LILAH TOV GOOD NIGHT

As the sun sets and the moon rises, an unnamed young child says good night to everything in the natural landscape.

In the simple, brief, descriptive text the child calls out, “Lilah Tov,” to hens and roosters, bears and bats, beaches and waves, clouds and stars, fish and birds, mountains and streams. There is no other narrative, at least not in words. Naggan’s lush, detailed, soft-edged landscapes provide another, deeper, and more nuanced level to the proceedings. “Lilah tov” means “good night” in Hebrew, and there is a menorah on the windowsill, indicating that this family is Jewish. By dress and household appearance, they seem to be living in the late 19th or early 20th century. After a simple meal, they pack their belongings and leave their small rural home. The protagonist is saying good night to the creatures and places spotted on what readers will see as a lengthy journey. Beneath a full moon a man rows them across a body of water, and the journey continues on the other side. At the end of their travels there is a new home awaiting them. They travel quietly and surreptitiously, but there is no explanation within the text of where they are and why they leave. Are they refugees escaping something dreadful? Each young reader will interpret the work differently depending on individual understanding and knowledge of history, or perhaps with a wise adult to help.

Haunting and beautiful. (Picture book. 6-10)

Pub Date: Feb. 18, 2020

ISBN: 978-1-5247-4066-5

Page Count: 32

Publisher: Nancy Paulsen Books

Review Posted Online: Nov. 5, 2019

Kirkus Reviews Issue: Dec. 1, 2019

Did you like this book?

No Comments Yet

A simplified—if not simplistic—conversation starter.

SNOW FOR EVERYONE!

Three children argue about where the snow comes from and who it belongs to, learning that they can share and enjoy together.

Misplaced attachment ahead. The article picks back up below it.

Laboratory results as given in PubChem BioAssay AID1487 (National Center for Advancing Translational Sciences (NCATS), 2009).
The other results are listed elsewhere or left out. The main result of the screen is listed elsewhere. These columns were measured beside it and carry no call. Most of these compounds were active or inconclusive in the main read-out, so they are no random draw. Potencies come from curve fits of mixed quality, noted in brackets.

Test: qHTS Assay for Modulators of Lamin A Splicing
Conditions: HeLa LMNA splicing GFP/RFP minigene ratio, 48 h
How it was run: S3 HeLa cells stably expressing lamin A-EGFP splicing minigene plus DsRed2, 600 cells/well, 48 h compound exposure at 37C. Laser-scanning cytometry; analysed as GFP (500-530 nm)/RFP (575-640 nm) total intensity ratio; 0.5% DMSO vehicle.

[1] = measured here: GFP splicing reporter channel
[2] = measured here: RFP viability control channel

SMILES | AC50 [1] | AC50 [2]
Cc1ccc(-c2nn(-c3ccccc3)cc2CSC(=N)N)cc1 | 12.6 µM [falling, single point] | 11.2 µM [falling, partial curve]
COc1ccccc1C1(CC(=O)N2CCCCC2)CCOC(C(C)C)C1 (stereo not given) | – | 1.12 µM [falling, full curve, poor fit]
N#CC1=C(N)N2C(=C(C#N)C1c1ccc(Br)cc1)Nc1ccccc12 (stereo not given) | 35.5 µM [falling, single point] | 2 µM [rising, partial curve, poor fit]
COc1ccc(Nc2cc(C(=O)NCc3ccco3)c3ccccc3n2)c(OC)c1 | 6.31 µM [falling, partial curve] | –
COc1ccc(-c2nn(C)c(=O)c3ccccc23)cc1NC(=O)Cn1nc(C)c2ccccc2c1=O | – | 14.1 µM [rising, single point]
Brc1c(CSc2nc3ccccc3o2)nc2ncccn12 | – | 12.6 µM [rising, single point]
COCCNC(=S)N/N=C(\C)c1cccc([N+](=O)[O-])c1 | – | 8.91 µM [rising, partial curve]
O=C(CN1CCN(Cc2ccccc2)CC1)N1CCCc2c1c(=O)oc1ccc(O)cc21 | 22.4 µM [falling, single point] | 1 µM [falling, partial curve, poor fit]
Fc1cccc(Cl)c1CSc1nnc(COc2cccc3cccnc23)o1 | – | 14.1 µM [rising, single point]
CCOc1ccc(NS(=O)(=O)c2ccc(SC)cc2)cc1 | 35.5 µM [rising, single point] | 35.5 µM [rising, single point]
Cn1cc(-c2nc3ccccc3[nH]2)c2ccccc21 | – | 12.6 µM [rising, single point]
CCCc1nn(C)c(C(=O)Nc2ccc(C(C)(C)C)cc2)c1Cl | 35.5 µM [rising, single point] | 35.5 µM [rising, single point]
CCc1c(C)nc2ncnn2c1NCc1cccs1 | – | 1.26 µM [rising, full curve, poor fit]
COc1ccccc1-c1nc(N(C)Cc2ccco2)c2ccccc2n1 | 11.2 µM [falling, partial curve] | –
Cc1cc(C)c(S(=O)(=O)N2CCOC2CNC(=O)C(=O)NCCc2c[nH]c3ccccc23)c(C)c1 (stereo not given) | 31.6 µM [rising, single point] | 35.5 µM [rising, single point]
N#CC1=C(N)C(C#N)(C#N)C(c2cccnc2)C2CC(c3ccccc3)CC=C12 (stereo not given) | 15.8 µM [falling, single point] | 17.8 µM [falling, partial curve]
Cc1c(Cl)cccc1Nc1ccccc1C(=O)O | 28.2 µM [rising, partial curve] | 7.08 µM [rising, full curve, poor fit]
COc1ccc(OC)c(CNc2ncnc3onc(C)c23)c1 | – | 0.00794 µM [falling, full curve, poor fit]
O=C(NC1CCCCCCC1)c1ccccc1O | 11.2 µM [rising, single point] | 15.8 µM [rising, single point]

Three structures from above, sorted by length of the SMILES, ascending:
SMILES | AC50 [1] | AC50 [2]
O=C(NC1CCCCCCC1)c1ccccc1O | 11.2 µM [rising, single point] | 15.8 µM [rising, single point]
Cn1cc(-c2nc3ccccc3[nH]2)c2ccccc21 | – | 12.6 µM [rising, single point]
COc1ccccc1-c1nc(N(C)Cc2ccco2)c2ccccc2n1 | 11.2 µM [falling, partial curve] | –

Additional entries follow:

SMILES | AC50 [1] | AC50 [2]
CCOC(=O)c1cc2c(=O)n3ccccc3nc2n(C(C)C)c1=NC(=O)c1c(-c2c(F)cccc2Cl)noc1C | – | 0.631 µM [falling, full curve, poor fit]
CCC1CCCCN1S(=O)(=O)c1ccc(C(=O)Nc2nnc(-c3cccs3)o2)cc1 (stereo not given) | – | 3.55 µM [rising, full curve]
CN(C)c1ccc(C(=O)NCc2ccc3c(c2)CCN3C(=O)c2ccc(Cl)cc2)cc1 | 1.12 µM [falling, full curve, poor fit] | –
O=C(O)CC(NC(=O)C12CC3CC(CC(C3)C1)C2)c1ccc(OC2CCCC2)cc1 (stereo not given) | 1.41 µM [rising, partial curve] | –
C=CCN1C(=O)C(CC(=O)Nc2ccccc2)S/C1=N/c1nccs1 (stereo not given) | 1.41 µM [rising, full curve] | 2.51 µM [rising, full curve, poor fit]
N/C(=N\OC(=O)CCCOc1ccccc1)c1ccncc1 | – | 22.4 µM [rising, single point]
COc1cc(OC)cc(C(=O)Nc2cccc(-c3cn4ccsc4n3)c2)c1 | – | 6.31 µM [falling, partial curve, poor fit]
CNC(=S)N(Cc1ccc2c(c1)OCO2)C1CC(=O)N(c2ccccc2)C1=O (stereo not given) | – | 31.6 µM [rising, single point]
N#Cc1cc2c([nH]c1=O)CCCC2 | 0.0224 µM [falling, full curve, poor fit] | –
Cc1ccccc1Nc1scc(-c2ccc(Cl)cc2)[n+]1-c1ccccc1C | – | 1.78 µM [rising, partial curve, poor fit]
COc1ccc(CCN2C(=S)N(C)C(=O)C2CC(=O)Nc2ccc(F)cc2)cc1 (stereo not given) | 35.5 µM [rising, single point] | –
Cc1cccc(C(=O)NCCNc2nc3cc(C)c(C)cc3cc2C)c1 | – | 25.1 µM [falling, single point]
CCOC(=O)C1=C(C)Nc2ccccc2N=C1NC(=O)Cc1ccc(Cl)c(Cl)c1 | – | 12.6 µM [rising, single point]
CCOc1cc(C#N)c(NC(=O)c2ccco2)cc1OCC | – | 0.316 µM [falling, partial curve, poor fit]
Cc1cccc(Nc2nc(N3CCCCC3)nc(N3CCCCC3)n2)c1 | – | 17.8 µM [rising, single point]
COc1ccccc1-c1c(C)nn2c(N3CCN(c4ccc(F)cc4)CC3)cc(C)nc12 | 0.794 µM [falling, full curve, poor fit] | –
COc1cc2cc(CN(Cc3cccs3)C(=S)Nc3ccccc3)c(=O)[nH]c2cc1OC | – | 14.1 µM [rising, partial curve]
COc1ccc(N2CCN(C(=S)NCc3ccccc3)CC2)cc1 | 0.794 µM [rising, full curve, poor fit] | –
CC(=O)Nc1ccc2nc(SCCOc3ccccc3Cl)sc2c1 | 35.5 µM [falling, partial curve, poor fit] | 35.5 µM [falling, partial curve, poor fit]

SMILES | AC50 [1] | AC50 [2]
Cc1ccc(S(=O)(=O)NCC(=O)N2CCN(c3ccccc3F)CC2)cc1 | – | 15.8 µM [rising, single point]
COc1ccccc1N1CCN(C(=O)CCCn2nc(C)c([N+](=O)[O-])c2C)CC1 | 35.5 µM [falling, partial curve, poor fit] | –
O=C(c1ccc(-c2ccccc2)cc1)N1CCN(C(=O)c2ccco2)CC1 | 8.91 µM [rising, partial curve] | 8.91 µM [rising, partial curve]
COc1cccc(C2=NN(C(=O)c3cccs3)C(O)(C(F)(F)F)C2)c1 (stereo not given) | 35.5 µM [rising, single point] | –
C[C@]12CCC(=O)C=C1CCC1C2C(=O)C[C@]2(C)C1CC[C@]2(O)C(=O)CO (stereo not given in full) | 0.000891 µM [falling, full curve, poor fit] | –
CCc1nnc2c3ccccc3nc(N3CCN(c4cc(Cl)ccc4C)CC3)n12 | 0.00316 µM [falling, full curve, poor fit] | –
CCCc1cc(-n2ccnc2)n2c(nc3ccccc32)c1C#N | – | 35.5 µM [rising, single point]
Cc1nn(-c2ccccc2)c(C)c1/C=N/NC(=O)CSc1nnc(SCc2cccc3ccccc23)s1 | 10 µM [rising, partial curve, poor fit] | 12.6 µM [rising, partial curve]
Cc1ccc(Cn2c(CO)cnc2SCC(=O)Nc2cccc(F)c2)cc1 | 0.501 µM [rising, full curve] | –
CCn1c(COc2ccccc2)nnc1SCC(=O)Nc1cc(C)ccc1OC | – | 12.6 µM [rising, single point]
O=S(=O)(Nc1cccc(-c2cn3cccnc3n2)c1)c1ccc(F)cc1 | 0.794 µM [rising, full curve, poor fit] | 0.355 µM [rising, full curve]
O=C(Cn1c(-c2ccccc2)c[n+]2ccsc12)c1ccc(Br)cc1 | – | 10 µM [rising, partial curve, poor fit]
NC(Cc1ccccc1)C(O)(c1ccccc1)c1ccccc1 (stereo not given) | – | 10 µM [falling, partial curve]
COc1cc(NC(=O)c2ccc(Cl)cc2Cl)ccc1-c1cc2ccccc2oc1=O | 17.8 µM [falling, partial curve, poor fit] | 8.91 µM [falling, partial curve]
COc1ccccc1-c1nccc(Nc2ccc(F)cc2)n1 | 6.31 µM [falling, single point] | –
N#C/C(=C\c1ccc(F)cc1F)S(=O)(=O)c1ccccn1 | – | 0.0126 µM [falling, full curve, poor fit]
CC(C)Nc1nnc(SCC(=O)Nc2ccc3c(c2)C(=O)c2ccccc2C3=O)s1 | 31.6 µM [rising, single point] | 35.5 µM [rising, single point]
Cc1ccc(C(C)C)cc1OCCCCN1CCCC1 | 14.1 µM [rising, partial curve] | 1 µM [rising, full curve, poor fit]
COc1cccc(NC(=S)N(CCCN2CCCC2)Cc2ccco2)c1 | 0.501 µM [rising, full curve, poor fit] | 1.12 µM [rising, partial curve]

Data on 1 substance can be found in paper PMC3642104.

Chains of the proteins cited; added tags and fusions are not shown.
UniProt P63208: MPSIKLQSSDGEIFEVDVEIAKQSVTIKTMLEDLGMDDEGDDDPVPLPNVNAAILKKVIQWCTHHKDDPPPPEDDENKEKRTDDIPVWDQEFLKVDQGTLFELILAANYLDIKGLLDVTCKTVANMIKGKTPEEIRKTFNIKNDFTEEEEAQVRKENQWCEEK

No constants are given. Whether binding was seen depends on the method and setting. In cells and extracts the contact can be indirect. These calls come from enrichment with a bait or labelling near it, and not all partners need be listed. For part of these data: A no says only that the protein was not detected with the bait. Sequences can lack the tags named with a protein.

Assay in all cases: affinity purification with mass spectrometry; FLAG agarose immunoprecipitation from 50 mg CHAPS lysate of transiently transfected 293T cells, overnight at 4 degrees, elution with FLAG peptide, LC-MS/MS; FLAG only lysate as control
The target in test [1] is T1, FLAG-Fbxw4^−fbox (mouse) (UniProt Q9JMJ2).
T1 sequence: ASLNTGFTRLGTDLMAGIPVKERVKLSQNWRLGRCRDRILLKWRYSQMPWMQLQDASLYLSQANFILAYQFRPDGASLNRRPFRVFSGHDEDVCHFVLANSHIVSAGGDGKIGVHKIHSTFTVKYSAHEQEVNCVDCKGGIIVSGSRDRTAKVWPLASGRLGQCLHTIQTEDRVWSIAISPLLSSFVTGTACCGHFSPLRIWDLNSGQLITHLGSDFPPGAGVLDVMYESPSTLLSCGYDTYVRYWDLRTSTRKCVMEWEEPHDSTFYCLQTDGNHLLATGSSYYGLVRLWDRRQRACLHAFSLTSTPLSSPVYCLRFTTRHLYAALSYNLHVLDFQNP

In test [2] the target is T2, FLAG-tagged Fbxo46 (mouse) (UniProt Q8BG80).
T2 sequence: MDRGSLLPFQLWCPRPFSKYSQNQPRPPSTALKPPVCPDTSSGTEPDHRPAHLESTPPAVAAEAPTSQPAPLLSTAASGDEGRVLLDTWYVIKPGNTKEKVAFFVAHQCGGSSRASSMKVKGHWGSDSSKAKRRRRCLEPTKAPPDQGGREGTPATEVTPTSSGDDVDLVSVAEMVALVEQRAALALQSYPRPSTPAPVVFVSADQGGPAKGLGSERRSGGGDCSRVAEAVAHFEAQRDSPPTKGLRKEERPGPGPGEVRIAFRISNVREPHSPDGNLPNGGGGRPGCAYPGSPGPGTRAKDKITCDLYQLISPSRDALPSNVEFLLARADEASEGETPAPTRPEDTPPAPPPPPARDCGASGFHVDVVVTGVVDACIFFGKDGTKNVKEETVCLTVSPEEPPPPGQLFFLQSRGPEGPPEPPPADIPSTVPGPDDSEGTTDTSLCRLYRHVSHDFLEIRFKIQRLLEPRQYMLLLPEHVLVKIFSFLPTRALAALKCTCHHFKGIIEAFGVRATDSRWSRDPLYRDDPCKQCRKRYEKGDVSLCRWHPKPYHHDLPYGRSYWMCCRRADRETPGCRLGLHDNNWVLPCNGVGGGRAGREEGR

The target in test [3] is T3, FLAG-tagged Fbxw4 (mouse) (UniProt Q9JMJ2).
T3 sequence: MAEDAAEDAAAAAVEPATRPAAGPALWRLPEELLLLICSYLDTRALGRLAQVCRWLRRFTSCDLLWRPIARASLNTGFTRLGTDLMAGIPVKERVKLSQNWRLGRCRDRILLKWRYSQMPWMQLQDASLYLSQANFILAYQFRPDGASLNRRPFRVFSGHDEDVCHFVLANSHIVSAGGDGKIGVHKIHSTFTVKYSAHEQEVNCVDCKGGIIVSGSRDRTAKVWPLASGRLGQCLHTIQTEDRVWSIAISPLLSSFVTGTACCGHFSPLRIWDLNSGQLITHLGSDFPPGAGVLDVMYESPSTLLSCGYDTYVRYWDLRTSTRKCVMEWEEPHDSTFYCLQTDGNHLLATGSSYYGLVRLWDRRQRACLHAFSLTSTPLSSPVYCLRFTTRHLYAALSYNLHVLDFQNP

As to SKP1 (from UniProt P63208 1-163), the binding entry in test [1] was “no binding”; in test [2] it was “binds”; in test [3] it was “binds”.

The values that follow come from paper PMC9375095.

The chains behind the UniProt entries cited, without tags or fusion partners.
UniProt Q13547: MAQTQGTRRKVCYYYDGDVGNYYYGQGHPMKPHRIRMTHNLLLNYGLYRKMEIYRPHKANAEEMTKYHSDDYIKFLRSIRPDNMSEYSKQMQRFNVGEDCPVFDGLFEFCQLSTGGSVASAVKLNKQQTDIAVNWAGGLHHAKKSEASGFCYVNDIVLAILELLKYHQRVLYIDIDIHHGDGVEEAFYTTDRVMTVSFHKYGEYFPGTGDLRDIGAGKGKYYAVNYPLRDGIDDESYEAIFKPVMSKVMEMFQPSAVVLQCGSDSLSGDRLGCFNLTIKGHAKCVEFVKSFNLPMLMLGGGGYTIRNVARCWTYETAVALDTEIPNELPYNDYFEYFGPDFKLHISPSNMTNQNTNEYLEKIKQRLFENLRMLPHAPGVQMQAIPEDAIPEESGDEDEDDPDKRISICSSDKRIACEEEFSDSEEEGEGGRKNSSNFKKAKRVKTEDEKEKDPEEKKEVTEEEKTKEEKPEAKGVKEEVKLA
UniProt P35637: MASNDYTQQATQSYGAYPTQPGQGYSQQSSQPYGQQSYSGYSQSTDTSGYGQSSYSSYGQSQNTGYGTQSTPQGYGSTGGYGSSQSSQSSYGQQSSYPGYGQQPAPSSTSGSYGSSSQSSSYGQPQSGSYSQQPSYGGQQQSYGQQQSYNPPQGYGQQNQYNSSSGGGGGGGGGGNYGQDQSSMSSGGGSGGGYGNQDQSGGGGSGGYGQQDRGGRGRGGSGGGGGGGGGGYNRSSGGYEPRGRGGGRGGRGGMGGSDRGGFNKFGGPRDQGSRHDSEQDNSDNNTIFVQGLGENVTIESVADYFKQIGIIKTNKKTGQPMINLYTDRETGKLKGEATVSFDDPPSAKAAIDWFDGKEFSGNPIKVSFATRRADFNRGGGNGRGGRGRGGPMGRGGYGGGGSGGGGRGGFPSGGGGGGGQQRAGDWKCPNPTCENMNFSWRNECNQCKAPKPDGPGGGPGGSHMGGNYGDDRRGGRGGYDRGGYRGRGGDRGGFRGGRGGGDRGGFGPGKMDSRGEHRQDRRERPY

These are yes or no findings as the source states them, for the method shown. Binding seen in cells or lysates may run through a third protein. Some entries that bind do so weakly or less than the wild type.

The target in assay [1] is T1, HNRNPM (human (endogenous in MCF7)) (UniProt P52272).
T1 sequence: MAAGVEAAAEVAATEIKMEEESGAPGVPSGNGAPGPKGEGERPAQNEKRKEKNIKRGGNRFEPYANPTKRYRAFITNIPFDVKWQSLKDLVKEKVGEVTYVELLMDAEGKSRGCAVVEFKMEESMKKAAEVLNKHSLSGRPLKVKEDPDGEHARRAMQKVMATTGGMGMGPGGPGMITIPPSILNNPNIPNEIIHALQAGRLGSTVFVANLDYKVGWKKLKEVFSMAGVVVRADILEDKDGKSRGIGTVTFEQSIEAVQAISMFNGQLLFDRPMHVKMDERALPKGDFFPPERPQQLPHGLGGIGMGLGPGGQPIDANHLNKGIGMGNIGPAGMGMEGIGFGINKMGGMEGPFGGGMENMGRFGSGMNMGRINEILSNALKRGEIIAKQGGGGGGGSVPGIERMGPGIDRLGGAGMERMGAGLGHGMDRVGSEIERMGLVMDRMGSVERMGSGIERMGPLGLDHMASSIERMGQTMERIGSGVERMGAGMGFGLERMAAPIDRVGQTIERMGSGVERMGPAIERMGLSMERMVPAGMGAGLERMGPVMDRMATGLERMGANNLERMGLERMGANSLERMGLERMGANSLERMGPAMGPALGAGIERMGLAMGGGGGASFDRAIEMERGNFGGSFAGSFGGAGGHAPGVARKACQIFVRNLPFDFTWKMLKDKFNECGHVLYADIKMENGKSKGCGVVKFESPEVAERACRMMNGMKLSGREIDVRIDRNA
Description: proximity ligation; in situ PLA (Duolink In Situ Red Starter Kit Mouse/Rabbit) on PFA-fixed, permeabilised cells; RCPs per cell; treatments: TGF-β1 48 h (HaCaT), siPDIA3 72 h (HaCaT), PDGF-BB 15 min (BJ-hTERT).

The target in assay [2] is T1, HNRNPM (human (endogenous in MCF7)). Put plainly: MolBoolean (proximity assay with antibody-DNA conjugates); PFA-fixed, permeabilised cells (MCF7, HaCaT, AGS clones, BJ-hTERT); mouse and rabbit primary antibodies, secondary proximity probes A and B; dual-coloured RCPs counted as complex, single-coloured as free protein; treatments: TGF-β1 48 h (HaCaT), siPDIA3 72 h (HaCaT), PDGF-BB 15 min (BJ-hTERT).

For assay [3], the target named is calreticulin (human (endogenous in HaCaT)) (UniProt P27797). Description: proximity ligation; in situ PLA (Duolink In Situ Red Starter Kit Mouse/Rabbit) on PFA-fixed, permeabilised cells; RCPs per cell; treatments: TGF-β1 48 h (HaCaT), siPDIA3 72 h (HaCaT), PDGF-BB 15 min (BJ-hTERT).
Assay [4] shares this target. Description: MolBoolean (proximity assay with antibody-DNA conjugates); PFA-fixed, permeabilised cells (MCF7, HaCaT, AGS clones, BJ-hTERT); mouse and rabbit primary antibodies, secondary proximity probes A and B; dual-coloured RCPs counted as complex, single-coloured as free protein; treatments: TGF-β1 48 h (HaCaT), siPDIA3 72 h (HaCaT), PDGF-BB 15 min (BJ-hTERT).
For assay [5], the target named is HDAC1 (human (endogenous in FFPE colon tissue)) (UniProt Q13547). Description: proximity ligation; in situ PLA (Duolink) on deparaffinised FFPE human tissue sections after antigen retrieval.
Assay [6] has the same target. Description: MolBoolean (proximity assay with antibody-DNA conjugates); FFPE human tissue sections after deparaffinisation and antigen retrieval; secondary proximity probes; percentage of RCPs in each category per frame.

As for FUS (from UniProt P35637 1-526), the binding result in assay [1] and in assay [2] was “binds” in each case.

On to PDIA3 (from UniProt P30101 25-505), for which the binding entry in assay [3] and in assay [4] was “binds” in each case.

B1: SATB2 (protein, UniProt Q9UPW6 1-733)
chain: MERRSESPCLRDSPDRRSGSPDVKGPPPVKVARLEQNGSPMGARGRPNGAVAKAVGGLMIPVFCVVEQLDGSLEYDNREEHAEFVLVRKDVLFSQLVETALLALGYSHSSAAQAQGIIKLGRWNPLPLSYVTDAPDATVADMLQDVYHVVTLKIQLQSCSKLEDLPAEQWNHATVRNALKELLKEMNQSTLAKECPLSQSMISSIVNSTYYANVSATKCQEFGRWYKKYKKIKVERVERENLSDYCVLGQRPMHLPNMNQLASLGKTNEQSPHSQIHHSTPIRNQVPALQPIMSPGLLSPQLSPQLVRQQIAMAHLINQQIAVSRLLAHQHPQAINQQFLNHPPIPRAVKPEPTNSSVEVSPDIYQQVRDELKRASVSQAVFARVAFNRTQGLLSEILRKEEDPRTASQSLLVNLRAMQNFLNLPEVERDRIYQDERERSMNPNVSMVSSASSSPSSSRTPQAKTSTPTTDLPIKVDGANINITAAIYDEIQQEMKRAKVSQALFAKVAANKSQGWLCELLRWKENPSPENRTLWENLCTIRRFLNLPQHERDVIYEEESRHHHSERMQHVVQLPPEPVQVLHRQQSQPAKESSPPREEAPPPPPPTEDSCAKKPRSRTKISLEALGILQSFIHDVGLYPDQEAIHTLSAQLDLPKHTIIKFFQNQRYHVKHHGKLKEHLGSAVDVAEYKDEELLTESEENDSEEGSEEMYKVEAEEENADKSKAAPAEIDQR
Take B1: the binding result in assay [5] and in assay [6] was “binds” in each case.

One rare snowy day in Jerusalem, Samir, Mira, and Rafi are playing but fall to arguing over how to “divide up the precious snow.” They each decide to find out where it comes from and who owns it. Samir runs to the mosque to ask the imam; Mira goes to the church looking for the priest; and Rafi, to the synagogue to query the rabbi. Each child takes some snow with them only to discover when they reach their chosen authority that it has melted. The children’s squabble is clearly a metaphor for the conflicts that arise among the region’s different ethnic groups; Mira even draws a border. Schneider’s text mentions soldiers, traders, worshippers, pilgrims, and tourists but doesn’t delve into the region’s complexities. Using gold and blue tones, Chang portrays the many different people moving through the city and the clothes and carpets displayed in the market. An unattended, fedora-clad camel strikes an odd note. Controversially, the people appear to live in peaceful coexistence, but this is not an everyday reality in divided Jerusalem. The book does not supply context necessary for readers unfamiliar with the conflict to understand such details as Mira’s border or that a war over the territories has gone on for years.

A simplified—if not simplistic—conversation starter. (Picture book. 6-9)

Pub Date: Oct. 1, 2019

ISBN: 978-0-7358-4320-2

Page Count: 32

Publisher: NorthSouth

Review Posted Online: July 14, 2019

Kirkus Reviews Issue: Aug. 1, 2019

Did you like this book?

No Comments Yet

Uncomfortably frenetic for something so devoid of plot.

NOAH GREEN SAVES THE WORLD

Jewish summer camp adventures get a little too goofy.

Budding director Noah is certain he’s on his way to film camp—after all, he’s been nagging his parents about it nonstop. But instead, he and his sister are shipped off to Camp Challah, where the socially awkward tween is not confident about making friends. Just before going away, Pops, Noah’s grandfather, tells him he needs Noah’s help saving the world. But the alter kocker is known for his bombastic pronouncements, so not even Noah takes him seriously until a carrier pigeon arrives with a note from Pops. Whatever anyone else expects—or doesn’t expect—of Noah, his real plan is to do what Pops says. Somehow he ends up making friends who go along for the ride, nonsensical and unclear though it is. The first half of the book takes a more realistic tone, with typical camp activities, and it’s not until halfway through that Pops reappears in the flesh to take Noah along. Not only is the pacing off, but it’s odd when the antagonist threatening the world turns out to be an asteroid—not what readers might expect from a grandfather who regularly claims to have been a secret agent during World War II. A supporting character described as part Navajo makes wartime Code Talkers less the undersung heroes they are and more another goofball plot addition.

Uncomfortably frenetic for something so devoid of plot. (Mystery/adventure. 7-10)

Pub Date: Oct. 1, 2020

ISBN: 978-1-5415-6036-9

Page Count: 280

Publisher: Kar-Ben

Review Posted Online: Aug. 18, 2020

Kirkus Reviews Issue: Sept. 1, 2020

Did you like this book?

No Comments Yet
more